Friday, December 14, 2007

Al Bangura Should Stay in England

For those of you who haven't heard, a very interesting (and possibly life-threatening) situation is brewing across the pond right now, one that has crossed the line between soccer and politics and has snowballed over the past few days.

Al Bangura, a 19-year old midfielder who currently is under contract to Championship side Watford FC, is being faced with deportation back to his native Sierra Leone. Bangura fled his country when he was 15 with his country amidst civil war. His father had died and it was the custom of the Poro Secret Society, a voodoo cult in Sierra Leone which he led, that Al, short for Alhassan, was to replace his father in the cult when the time came.

Instead of joining the PSS, who Bangura said threatened to kill him if he didn't join and take part in tribal rituals, including mutilation, he fled to Guinea. There, he met a Frenchman who wanted to sell him into the homosexual prostitution business (Africa is known for human trafficking) and took him to France. From France, he took Bangura to the UK where Bangura escaped again and approached the Home Office to seek asylum, which was granted.

Now that Bangura is over 18 and legally an adult, however, that asylum status has changed, according to Britain's Home Office. The Home Office is essentially the UK's department of internal affairs and ruled in mid-November that Bangura would be deported back to Sierra Leone, pending a hearing at which Bangura could plead his case to remain in the UK. That hearing took place on Tuesday and its outcome did not go in Bangura's favor. A UK Asylum and Immigration Tribunal decided that Bangura was exaggerating the risk to his life if he was forced to return to Sierra Leone, and thus the Home Office will now start the process of removing him from the country.

Bangura had 10 days from Tuesday to appeal this decision and his manager at Watford, Aidy Boothroyd, has already said they would be doing so. Many notable figures in England, including Elton John, have come out in support of Bangura and now the Home Secretary, Jacqui Smith, will get involved. FIFpro, the world representative organization for professional soccer players, is backing Bangura, as is the English Professional Footballers' Association.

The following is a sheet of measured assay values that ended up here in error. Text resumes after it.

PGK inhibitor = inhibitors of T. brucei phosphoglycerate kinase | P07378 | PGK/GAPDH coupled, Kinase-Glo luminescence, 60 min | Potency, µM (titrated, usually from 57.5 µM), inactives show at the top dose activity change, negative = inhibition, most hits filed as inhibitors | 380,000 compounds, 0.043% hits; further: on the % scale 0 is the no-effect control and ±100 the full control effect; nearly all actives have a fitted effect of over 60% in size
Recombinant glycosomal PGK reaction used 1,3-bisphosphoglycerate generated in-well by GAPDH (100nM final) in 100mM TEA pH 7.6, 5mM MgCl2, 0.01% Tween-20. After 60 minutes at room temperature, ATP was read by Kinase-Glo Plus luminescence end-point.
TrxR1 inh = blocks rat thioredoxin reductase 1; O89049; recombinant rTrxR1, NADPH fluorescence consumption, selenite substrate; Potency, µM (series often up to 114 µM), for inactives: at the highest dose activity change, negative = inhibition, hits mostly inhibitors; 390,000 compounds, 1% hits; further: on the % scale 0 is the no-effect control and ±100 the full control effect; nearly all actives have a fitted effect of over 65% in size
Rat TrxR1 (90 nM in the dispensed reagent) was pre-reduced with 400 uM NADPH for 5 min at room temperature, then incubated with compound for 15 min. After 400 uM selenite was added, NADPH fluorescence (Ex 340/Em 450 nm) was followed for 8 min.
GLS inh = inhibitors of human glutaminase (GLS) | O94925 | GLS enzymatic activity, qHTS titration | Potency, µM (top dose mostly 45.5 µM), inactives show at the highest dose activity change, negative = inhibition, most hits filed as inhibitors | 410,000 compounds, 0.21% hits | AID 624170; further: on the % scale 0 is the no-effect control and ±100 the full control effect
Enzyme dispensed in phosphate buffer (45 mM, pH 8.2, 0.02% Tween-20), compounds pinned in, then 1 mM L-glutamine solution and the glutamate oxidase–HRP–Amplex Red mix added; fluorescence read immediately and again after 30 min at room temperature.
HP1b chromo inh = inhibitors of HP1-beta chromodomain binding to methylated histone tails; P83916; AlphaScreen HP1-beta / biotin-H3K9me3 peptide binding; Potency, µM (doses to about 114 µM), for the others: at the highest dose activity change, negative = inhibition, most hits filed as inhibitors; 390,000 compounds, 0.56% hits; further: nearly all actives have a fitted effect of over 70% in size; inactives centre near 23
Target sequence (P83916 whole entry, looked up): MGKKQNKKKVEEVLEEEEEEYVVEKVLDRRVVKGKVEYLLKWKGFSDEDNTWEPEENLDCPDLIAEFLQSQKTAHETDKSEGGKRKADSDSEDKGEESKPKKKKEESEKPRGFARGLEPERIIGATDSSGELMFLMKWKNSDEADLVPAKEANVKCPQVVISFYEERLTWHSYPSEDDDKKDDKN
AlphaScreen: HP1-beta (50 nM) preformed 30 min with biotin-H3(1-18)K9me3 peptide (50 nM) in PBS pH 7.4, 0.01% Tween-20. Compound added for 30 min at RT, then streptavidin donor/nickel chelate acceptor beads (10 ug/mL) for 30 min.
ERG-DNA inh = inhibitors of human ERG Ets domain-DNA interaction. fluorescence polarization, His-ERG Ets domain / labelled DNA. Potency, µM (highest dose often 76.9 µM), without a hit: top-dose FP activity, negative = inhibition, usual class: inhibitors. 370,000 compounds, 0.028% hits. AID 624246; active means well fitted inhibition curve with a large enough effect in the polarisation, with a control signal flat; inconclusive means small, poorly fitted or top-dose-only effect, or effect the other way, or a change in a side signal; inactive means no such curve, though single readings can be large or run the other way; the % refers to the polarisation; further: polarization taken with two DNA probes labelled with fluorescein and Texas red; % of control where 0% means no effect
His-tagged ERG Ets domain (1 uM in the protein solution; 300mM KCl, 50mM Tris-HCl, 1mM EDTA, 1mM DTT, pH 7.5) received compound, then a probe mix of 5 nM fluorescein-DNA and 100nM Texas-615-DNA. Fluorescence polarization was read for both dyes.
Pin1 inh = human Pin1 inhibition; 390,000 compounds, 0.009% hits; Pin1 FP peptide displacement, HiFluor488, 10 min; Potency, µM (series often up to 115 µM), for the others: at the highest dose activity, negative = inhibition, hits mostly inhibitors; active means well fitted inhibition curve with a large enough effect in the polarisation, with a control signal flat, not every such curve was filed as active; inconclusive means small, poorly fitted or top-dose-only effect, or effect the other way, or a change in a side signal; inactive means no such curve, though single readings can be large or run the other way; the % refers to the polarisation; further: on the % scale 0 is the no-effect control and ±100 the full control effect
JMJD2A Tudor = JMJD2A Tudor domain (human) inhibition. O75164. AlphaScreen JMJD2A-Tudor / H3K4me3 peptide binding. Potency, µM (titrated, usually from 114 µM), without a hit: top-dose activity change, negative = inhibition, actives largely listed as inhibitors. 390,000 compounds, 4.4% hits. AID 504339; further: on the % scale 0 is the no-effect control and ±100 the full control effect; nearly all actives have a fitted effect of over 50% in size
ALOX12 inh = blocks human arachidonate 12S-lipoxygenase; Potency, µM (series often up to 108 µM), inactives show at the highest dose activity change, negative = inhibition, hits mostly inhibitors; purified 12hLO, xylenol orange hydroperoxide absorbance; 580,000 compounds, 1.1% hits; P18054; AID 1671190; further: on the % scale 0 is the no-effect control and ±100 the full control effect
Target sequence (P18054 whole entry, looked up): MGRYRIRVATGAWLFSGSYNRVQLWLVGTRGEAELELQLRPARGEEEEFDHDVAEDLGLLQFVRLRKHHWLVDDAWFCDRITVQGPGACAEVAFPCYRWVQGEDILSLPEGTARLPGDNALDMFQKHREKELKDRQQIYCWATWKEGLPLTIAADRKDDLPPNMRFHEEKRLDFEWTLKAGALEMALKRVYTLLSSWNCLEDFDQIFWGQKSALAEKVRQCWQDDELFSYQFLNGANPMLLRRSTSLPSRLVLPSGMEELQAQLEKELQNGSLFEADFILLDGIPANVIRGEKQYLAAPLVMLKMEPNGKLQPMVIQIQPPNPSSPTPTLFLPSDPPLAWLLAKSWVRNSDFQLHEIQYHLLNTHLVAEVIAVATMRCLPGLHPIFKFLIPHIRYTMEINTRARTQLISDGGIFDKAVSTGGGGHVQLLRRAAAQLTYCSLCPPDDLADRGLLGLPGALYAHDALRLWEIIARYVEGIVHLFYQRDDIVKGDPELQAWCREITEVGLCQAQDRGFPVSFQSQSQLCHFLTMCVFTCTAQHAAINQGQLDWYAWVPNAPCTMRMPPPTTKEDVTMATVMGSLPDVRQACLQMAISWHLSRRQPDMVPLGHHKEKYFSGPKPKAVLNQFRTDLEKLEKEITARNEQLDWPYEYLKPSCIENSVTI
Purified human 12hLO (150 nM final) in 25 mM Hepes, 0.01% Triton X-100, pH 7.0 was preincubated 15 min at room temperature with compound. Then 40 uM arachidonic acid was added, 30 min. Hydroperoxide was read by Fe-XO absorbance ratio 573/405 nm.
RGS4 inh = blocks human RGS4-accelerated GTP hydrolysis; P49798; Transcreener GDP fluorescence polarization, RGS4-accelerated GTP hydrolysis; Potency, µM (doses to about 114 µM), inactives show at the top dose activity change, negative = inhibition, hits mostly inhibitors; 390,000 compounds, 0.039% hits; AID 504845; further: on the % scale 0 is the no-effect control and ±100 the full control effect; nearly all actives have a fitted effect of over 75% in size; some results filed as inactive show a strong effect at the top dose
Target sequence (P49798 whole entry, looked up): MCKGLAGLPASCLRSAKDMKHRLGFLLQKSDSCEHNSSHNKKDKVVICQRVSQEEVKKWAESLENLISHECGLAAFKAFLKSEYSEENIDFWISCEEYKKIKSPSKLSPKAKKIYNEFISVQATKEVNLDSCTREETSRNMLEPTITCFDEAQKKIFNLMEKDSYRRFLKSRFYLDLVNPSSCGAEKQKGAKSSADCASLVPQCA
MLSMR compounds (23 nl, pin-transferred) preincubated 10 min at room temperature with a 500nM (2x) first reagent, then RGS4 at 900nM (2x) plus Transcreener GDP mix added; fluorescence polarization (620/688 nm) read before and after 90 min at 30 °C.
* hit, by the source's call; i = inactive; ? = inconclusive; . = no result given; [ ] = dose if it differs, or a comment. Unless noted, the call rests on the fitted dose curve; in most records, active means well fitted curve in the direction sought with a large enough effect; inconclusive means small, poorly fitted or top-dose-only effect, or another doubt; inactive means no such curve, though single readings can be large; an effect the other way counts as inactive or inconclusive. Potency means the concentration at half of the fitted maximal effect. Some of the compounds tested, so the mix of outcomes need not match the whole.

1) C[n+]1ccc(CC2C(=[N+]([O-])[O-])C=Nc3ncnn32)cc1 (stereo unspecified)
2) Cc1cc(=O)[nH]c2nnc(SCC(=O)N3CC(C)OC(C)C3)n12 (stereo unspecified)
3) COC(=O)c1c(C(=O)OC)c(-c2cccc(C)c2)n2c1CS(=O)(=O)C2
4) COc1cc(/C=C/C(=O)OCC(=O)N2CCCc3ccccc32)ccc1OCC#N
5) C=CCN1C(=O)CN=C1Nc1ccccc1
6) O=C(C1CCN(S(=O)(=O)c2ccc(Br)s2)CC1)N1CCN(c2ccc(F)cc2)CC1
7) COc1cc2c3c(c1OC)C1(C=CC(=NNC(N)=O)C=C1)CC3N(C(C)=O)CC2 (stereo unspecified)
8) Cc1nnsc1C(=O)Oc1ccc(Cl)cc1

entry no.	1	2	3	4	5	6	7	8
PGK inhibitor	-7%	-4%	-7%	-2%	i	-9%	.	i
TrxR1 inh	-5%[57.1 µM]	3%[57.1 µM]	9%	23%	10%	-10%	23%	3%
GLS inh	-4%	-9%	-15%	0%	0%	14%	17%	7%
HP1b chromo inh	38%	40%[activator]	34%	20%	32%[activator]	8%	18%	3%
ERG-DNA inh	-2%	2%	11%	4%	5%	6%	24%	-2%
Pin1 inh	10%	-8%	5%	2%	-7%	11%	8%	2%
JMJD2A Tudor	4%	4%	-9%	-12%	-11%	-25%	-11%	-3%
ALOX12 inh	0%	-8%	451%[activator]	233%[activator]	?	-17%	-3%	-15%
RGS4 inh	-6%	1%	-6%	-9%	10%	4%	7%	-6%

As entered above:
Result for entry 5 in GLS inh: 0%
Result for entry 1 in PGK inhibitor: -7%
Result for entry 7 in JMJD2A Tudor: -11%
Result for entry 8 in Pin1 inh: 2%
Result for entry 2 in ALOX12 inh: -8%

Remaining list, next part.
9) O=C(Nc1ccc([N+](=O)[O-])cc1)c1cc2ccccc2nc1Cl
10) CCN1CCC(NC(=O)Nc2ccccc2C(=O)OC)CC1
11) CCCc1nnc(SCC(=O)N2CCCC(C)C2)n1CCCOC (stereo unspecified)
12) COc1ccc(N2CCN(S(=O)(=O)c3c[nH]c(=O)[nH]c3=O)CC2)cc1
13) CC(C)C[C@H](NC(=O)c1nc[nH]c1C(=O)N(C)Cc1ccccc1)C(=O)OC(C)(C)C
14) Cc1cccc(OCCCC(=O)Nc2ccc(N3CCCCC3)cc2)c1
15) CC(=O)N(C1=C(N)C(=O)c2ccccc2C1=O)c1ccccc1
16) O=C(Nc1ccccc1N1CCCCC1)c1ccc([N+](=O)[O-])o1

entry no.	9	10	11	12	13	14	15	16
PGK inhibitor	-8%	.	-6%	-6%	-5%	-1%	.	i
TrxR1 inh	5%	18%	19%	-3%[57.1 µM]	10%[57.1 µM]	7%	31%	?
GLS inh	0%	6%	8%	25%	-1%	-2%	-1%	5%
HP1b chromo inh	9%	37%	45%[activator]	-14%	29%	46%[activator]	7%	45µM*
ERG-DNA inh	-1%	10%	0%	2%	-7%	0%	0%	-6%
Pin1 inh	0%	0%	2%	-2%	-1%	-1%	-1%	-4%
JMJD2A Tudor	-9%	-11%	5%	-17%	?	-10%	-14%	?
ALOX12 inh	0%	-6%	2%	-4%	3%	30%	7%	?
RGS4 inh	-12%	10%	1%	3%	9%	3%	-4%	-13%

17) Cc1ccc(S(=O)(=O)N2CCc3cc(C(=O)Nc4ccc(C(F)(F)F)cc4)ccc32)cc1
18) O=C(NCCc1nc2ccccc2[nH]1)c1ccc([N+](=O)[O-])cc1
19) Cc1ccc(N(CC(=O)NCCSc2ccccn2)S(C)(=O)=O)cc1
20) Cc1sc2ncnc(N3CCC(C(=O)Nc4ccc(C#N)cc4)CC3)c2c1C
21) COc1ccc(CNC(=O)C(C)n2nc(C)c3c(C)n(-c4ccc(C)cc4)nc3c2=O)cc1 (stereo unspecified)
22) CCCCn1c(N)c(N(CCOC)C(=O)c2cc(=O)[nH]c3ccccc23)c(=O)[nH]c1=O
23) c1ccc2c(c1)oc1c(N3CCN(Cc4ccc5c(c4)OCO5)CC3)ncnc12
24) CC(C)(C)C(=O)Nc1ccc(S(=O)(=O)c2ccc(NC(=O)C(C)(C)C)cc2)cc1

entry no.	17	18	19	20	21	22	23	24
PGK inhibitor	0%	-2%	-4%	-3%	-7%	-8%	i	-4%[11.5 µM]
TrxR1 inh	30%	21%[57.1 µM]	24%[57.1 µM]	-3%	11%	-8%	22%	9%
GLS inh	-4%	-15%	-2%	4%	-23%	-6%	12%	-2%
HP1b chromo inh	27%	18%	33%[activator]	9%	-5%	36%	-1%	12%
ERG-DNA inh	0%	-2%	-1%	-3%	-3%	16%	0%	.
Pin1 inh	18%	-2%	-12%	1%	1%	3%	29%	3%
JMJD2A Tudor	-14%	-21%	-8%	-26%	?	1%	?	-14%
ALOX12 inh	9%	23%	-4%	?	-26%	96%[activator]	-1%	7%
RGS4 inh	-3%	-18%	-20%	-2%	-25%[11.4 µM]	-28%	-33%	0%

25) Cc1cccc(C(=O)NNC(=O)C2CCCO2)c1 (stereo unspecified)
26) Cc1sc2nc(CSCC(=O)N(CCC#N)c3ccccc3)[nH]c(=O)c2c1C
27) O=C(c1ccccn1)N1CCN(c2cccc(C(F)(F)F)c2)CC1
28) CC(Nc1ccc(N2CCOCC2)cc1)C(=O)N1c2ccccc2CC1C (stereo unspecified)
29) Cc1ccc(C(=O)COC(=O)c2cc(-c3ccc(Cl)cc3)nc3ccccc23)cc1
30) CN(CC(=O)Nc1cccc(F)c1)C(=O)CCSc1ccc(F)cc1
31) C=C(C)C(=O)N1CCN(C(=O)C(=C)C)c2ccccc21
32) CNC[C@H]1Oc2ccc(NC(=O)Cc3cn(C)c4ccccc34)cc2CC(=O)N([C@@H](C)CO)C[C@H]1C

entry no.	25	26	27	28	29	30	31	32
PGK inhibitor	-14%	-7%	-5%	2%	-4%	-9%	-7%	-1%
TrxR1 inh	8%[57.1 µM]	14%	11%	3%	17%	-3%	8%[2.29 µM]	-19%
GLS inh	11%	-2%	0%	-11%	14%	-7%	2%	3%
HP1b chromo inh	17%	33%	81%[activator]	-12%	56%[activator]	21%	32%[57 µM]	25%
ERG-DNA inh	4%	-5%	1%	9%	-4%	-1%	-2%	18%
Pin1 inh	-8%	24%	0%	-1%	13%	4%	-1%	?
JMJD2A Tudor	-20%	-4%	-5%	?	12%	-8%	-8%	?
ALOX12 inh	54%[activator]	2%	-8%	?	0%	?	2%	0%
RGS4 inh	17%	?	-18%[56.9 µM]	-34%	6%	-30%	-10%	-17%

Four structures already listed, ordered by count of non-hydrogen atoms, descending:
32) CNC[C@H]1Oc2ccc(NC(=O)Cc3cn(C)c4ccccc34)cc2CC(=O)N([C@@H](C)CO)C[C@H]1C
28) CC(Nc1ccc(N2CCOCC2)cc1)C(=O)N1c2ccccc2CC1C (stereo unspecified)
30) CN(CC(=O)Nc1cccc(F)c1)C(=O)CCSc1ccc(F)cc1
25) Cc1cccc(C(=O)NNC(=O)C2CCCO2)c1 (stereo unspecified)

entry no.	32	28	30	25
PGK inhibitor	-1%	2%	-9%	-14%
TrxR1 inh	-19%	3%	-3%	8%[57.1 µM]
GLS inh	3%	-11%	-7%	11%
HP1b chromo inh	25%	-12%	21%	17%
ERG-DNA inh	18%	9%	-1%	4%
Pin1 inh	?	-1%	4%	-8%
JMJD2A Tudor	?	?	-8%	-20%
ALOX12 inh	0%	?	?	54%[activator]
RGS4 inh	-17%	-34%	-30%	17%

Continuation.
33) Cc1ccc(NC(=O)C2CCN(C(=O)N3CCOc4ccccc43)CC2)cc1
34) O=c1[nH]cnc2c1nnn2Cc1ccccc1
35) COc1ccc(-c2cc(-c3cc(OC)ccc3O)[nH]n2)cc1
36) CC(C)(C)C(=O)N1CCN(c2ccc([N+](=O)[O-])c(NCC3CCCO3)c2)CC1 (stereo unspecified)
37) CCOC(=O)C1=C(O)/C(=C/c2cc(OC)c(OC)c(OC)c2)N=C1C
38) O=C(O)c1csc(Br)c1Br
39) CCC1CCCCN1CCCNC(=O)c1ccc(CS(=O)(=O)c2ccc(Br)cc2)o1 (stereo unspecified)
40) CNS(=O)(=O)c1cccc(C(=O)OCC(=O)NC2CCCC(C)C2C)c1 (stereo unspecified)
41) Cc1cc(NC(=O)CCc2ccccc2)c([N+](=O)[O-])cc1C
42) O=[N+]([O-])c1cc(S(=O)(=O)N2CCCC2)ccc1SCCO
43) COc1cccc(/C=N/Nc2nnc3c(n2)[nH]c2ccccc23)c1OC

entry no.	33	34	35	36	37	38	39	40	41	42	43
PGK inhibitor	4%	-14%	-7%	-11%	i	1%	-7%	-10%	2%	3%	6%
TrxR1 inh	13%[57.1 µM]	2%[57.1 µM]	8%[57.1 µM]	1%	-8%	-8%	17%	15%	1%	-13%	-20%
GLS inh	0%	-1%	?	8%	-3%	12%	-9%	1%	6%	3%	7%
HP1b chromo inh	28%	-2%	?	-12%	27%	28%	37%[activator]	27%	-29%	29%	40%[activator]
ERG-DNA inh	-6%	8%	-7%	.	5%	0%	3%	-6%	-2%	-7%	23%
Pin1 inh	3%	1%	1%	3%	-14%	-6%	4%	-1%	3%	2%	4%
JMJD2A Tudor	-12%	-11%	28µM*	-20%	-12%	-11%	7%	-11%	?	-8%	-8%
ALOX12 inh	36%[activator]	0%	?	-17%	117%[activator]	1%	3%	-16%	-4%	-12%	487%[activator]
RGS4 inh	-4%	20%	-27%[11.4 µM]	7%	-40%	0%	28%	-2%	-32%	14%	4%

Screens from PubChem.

Bangura has a fiancee and a son who is not even a month old, and if he was to be deported he would leave them both behind. He paid over $240,000 last year in taxes and has been a law-abiding, tax-paying resident while he's been in England. He's never played for Sierra Leone on the international level so it's not possible for him to get a work permit, so this appeal will likely be his last chance to stay in England and to survive. Watford are using their contacts for whatever possible help they can get and I'm sure they are not alone in the soccer fraternity that is the Football League and the Premier League.

The "should he stay or should he go" debate is a tough one, because there are those who take a hardline on immigration and resident visas and permits and whatever else for security reasons and at a time where the threat of terrorism is always prevalent, I understand their reasoning for doing so. They don't look at cases on an individual basis and they tend to just go by the book; that is, if a person has a legitimate reason and purpose for staying, he can stay, if not, he has to leave. There are those who look at it on a case-by-case basis and apply common sense and rationale to the situation. As Stephane Burchkalter, the general secretary for FIFpro's African division, said, "Football must play its part as an engine of integration and we back their appeal. We expect the government to favour the spirit of the law."